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    According to article, ShameOnUac does not run with admin rights as Explorer.exe is not run with those rights also. Code injection part is conducted without admin rights. After code is injected it is listening for UAC prompts for other processes. When UAC prompt is triggered for specific apps (in this case cmd or regedit) it tempers with that request so that UAC is triggered for action that an attacker wants and not for an action that user wants to elevate. So instead of elevating cmd.exe user might find himself elevating badcommand.bat. The solution is to always click Show details on UAC prompt and check program location just to be sure that elevation was not redirected to some other target command.
    IMO it's smart attack as most users would not double-check UAC prompt which they expect to happen.
     
  12. Rasheed187

    Rasheed187 Registered Member

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    OK, so apps can inject code into other processes without any admin rights, go figure. No surprise then, that UAC can be manipulated quite easily. Code injection is also used by banking trojans for example, to manipulate the browser. Like I said, HIPS will always be needed, and I don't even use UAC.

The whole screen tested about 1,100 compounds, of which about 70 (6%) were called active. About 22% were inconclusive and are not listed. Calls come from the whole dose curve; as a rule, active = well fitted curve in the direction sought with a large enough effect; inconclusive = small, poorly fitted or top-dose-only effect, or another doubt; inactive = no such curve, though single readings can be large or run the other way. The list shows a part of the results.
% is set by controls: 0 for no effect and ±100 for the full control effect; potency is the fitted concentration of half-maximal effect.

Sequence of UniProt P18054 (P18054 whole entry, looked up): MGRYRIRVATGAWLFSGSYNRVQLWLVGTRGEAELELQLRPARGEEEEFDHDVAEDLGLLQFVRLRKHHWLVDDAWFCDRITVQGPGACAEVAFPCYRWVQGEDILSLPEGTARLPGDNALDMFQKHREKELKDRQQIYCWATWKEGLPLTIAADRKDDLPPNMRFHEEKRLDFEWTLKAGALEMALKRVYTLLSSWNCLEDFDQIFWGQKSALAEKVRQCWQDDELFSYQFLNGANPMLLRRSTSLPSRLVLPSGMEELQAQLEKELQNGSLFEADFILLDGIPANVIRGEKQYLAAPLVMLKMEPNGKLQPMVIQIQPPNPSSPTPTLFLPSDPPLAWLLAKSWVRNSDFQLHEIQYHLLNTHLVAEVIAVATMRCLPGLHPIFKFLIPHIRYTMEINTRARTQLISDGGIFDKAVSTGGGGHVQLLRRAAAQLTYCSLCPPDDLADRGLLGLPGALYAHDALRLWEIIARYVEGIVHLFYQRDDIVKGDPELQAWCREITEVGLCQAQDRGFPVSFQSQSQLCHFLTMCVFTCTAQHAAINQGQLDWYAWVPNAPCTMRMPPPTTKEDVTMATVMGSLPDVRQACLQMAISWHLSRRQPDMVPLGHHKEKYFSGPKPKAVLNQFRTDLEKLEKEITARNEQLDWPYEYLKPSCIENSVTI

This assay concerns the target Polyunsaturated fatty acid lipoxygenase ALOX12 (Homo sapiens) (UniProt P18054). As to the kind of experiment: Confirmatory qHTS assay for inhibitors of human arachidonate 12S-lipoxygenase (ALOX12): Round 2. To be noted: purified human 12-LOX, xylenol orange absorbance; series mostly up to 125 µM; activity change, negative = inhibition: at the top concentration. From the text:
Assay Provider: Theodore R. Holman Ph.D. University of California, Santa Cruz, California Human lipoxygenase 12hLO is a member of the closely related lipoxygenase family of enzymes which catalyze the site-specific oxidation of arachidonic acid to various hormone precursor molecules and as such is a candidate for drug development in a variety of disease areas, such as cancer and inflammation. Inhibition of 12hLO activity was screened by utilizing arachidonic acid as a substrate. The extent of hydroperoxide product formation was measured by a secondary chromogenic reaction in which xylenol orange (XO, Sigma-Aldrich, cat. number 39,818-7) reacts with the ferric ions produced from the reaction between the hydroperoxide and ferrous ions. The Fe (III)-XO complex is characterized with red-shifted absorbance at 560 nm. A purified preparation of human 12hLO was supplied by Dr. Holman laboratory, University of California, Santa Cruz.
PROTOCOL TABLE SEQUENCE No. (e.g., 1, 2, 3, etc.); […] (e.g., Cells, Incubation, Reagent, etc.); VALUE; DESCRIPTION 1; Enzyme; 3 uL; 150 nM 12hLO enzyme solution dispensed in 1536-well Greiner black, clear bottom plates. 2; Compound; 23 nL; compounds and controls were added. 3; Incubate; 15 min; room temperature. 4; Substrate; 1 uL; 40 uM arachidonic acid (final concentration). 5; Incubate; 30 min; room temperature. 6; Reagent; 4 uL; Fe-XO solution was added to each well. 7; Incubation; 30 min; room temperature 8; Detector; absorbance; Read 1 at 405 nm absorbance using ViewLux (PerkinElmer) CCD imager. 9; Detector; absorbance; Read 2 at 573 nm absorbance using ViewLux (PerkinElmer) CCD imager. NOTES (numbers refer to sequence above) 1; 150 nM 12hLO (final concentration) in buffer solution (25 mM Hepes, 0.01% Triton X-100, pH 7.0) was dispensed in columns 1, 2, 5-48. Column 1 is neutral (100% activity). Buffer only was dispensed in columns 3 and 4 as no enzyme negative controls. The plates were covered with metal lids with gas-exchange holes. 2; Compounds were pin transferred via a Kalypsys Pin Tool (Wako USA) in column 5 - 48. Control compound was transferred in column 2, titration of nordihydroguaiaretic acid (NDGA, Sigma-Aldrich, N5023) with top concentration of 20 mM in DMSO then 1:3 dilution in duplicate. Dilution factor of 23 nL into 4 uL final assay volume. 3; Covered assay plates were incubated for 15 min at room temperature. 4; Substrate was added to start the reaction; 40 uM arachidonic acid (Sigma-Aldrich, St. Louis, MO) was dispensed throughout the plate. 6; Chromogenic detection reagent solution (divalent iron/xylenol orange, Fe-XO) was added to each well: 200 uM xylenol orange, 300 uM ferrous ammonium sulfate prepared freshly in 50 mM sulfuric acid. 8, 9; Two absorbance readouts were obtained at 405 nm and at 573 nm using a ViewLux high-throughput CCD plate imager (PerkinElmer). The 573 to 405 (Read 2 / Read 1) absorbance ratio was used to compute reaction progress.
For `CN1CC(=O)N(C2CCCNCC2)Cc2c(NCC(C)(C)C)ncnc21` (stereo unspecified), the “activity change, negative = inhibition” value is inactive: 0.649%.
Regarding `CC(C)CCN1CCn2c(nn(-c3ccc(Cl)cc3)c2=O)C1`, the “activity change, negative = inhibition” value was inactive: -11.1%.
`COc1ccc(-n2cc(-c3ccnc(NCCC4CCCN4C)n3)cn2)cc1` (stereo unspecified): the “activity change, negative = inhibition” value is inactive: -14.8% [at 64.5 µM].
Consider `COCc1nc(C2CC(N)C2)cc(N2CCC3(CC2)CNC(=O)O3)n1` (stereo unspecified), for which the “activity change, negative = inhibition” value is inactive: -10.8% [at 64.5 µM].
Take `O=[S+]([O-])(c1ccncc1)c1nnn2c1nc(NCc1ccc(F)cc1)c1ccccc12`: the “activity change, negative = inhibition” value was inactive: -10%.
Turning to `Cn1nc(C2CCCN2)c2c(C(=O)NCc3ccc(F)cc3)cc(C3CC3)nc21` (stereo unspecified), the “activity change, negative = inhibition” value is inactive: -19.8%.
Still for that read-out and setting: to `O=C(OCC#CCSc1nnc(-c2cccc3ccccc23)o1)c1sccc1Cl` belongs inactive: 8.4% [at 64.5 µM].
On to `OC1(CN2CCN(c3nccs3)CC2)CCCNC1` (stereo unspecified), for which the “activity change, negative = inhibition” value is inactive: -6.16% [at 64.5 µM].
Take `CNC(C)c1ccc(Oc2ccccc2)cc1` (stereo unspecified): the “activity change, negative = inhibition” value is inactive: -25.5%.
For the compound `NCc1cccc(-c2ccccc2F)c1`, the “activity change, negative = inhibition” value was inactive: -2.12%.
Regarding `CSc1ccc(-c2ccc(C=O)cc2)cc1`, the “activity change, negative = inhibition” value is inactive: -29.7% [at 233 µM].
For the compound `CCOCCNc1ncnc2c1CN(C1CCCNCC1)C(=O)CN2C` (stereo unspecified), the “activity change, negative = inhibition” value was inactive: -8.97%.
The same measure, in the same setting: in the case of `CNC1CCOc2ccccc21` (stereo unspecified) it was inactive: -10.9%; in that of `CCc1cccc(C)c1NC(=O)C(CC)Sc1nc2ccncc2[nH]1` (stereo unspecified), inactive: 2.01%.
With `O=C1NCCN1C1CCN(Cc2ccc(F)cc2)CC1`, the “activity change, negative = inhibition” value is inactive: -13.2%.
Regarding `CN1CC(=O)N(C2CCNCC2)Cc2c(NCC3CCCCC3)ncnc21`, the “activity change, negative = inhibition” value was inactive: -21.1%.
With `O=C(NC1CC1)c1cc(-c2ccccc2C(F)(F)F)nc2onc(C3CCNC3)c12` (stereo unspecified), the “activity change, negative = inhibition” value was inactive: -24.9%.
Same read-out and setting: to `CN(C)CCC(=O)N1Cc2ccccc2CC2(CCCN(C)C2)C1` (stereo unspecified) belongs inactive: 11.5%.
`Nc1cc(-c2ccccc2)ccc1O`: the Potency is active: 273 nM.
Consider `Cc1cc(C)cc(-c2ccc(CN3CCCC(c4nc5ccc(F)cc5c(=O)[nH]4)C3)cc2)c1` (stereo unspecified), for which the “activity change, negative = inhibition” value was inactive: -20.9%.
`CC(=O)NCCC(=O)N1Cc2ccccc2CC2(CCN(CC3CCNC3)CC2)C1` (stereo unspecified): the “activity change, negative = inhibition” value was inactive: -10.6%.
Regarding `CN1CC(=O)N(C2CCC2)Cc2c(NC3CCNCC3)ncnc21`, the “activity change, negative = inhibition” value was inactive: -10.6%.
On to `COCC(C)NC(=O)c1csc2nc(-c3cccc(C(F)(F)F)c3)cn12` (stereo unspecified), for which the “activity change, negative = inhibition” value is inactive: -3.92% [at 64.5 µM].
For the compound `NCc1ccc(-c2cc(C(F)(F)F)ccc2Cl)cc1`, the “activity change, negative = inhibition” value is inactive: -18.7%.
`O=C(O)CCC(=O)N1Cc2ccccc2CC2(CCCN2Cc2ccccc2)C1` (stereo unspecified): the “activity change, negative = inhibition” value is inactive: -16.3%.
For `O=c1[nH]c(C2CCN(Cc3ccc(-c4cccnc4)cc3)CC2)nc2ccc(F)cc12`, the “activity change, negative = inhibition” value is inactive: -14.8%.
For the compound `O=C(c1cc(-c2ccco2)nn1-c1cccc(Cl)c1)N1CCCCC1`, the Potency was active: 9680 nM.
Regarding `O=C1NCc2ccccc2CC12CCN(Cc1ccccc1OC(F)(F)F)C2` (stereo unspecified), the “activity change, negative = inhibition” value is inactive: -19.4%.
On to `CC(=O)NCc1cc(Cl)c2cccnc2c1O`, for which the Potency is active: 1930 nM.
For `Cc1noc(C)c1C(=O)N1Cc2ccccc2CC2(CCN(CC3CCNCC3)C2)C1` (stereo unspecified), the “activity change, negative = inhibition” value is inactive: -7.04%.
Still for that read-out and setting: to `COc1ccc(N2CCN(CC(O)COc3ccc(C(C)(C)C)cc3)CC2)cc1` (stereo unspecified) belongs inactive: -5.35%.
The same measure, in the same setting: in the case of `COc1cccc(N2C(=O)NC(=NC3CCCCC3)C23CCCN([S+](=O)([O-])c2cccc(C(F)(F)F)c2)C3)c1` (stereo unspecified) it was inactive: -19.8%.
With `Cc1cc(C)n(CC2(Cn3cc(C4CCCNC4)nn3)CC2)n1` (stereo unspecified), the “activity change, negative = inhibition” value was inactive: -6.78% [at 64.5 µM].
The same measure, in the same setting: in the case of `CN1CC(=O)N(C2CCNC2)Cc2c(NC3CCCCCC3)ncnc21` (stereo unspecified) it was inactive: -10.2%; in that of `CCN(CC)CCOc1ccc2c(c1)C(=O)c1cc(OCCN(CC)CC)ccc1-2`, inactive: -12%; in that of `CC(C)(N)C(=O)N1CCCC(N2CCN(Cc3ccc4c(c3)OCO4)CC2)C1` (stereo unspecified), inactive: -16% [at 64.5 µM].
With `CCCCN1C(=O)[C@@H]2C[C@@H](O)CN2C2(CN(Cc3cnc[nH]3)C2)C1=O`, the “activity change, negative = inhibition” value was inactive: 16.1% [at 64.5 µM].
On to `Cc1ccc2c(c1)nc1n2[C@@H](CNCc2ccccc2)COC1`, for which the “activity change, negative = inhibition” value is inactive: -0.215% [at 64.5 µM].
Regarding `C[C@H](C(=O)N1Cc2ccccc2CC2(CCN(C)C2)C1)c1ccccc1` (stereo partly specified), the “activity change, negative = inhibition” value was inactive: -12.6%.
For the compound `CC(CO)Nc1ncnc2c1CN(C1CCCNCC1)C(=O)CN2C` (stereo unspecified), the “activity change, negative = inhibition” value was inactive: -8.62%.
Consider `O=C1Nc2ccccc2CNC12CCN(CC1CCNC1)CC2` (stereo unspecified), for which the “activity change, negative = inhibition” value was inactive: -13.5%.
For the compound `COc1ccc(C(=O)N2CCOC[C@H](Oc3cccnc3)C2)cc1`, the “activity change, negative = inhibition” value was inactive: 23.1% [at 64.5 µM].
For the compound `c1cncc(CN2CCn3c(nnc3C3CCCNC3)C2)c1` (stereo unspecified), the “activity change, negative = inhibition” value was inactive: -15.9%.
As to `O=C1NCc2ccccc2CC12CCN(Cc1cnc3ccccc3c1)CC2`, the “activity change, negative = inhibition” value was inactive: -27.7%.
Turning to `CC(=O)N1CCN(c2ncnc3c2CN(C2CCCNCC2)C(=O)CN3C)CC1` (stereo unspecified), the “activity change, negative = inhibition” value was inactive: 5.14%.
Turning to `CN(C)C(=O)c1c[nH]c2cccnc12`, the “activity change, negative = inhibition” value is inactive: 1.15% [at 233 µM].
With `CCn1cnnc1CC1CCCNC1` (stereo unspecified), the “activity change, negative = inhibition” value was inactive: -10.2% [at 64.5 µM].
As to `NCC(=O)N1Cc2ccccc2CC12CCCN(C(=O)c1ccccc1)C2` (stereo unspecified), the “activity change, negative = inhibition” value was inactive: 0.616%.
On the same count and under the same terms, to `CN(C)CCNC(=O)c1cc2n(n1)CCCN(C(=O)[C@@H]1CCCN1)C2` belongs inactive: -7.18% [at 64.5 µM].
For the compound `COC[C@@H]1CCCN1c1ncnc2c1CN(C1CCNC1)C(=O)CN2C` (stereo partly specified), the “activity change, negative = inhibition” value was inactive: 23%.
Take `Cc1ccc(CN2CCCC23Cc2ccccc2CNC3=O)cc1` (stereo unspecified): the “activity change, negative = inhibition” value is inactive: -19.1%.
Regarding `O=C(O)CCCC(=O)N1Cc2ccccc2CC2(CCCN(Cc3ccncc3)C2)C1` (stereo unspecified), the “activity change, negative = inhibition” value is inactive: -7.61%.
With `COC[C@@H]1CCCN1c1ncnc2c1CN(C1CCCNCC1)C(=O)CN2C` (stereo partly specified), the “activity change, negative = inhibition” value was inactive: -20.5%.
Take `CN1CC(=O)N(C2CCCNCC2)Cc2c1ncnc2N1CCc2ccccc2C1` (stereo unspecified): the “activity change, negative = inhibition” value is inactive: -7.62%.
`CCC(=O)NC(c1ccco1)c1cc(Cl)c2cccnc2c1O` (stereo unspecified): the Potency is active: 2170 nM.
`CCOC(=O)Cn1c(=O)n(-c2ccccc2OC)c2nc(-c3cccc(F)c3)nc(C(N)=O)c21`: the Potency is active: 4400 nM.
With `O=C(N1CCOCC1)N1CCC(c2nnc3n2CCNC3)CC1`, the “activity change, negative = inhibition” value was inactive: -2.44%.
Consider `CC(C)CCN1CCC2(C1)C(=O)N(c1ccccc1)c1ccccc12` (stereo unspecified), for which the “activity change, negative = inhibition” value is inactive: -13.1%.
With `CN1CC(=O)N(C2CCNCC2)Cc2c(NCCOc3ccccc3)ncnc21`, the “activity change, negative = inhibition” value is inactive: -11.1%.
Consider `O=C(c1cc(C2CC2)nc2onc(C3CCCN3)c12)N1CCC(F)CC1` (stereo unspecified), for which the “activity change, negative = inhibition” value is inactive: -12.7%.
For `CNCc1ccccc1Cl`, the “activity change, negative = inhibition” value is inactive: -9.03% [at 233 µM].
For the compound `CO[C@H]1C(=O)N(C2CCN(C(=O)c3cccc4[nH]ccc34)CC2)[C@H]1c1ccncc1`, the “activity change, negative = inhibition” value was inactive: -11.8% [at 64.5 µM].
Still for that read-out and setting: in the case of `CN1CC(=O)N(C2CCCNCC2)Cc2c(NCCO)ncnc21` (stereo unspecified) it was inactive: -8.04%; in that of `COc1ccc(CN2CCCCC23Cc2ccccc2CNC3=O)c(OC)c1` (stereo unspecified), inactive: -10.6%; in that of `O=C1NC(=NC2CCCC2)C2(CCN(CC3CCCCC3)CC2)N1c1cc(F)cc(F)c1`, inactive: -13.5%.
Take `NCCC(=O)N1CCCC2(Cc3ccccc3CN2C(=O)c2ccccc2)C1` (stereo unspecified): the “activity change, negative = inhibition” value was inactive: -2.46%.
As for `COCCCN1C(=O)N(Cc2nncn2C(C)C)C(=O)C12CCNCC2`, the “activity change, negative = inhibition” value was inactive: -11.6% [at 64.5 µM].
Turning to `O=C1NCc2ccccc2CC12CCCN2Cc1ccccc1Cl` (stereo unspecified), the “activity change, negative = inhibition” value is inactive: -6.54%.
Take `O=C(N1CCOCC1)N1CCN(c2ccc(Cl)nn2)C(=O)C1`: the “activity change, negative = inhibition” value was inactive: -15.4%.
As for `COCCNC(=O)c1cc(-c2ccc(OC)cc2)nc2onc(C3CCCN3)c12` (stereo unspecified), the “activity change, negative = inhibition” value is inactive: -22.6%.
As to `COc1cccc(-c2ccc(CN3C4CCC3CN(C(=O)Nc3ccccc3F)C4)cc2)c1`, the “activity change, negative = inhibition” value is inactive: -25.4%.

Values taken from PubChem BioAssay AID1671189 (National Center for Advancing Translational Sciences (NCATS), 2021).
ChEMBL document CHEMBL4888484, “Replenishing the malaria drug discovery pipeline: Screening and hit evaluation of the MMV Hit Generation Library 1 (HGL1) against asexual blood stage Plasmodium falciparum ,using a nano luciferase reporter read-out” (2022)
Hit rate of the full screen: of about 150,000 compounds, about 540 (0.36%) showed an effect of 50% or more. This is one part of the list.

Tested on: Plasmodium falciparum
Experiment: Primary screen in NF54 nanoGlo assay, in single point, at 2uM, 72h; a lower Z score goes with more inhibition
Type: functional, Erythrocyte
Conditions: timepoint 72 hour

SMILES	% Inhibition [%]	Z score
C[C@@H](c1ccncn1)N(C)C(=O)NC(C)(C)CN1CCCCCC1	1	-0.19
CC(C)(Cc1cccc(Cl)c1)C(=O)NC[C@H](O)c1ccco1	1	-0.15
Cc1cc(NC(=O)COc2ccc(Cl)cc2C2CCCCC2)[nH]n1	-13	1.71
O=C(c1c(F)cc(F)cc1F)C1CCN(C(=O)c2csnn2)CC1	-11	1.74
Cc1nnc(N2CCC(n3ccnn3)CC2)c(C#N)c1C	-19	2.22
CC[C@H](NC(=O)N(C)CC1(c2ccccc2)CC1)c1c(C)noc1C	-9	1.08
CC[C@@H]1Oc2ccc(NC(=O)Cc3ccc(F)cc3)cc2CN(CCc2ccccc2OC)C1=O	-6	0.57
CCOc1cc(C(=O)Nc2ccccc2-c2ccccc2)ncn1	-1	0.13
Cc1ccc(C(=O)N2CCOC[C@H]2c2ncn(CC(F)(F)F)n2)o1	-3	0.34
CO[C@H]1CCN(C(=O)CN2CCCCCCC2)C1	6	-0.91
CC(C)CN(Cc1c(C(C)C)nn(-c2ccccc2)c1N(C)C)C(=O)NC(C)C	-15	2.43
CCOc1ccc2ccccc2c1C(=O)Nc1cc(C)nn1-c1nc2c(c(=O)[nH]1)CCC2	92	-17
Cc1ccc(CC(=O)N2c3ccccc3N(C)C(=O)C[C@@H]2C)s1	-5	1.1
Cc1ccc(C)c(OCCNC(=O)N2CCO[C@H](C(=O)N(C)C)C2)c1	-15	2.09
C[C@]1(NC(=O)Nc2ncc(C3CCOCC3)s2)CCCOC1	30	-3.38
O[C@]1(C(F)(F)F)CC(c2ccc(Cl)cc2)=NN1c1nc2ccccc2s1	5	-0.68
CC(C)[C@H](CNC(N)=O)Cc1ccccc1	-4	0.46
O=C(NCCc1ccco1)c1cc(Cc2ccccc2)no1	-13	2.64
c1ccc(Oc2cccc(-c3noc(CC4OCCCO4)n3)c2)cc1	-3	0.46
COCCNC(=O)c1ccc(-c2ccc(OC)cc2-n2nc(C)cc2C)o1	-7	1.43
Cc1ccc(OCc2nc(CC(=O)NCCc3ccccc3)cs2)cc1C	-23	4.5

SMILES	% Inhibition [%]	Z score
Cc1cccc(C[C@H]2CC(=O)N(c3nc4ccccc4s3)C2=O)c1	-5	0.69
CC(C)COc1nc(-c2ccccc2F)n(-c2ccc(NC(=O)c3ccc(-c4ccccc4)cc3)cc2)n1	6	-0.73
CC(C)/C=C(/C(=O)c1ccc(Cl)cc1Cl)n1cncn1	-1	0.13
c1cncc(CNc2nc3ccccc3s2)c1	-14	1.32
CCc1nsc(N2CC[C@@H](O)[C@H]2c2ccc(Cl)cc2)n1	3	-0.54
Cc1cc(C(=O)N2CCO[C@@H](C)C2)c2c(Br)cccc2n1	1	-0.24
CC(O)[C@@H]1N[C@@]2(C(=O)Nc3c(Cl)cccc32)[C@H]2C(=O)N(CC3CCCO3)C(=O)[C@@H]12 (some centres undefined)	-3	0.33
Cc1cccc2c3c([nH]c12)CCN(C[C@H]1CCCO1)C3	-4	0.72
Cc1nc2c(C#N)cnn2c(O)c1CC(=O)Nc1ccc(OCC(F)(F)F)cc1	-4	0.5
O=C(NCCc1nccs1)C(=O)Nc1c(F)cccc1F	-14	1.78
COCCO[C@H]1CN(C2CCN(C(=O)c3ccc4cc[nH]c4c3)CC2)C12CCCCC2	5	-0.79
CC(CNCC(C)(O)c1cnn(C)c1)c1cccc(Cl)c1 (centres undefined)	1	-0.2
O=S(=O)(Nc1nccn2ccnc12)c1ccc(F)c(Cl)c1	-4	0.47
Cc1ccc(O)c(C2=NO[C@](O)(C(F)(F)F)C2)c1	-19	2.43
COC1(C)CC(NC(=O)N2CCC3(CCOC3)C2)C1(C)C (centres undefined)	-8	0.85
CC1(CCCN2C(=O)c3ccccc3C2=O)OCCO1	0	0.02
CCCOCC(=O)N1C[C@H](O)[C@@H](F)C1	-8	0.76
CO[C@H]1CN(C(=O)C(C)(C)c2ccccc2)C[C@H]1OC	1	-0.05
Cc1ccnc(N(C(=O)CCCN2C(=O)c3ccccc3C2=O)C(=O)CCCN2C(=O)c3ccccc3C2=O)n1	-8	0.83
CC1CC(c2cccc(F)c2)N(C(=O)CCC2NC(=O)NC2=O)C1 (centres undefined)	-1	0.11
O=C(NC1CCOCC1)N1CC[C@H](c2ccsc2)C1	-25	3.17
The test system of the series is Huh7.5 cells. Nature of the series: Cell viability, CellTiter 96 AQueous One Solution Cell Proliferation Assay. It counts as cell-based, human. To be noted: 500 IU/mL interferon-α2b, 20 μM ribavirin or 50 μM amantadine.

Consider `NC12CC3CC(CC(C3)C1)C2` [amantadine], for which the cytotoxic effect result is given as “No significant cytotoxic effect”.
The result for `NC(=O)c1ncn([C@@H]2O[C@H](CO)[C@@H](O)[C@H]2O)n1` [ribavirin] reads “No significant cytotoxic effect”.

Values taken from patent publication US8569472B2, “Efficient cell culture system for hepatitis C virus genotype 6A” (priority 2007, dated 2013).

13. TairikuOkami

    TairikuOkami Registered Member

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    But it still has to be run first, so far it looks like it "magically" infect a computer, a full detail report would be great. :doubt:
     
  14. Rasheed187

    Rasheed187 Registered Member

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    Don't all malware have to run first? This app (and any other malware) can be installed/executed either by user or automatically by exploit. So that's not the point.
     
    Last edited: Jun 3, 2015
  15. TairikuOkami

    TairikuOkami Registered Member

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    There is so little malware, which can run automatically by exploit than you can actually count it with fingers, AV companies and news regularly scare people with it, but malware does not magically run by itself, when there are passive defences in place, as for the careful user, the chance of him running it are astronomical.
     
  16. itman

    itman Registered Member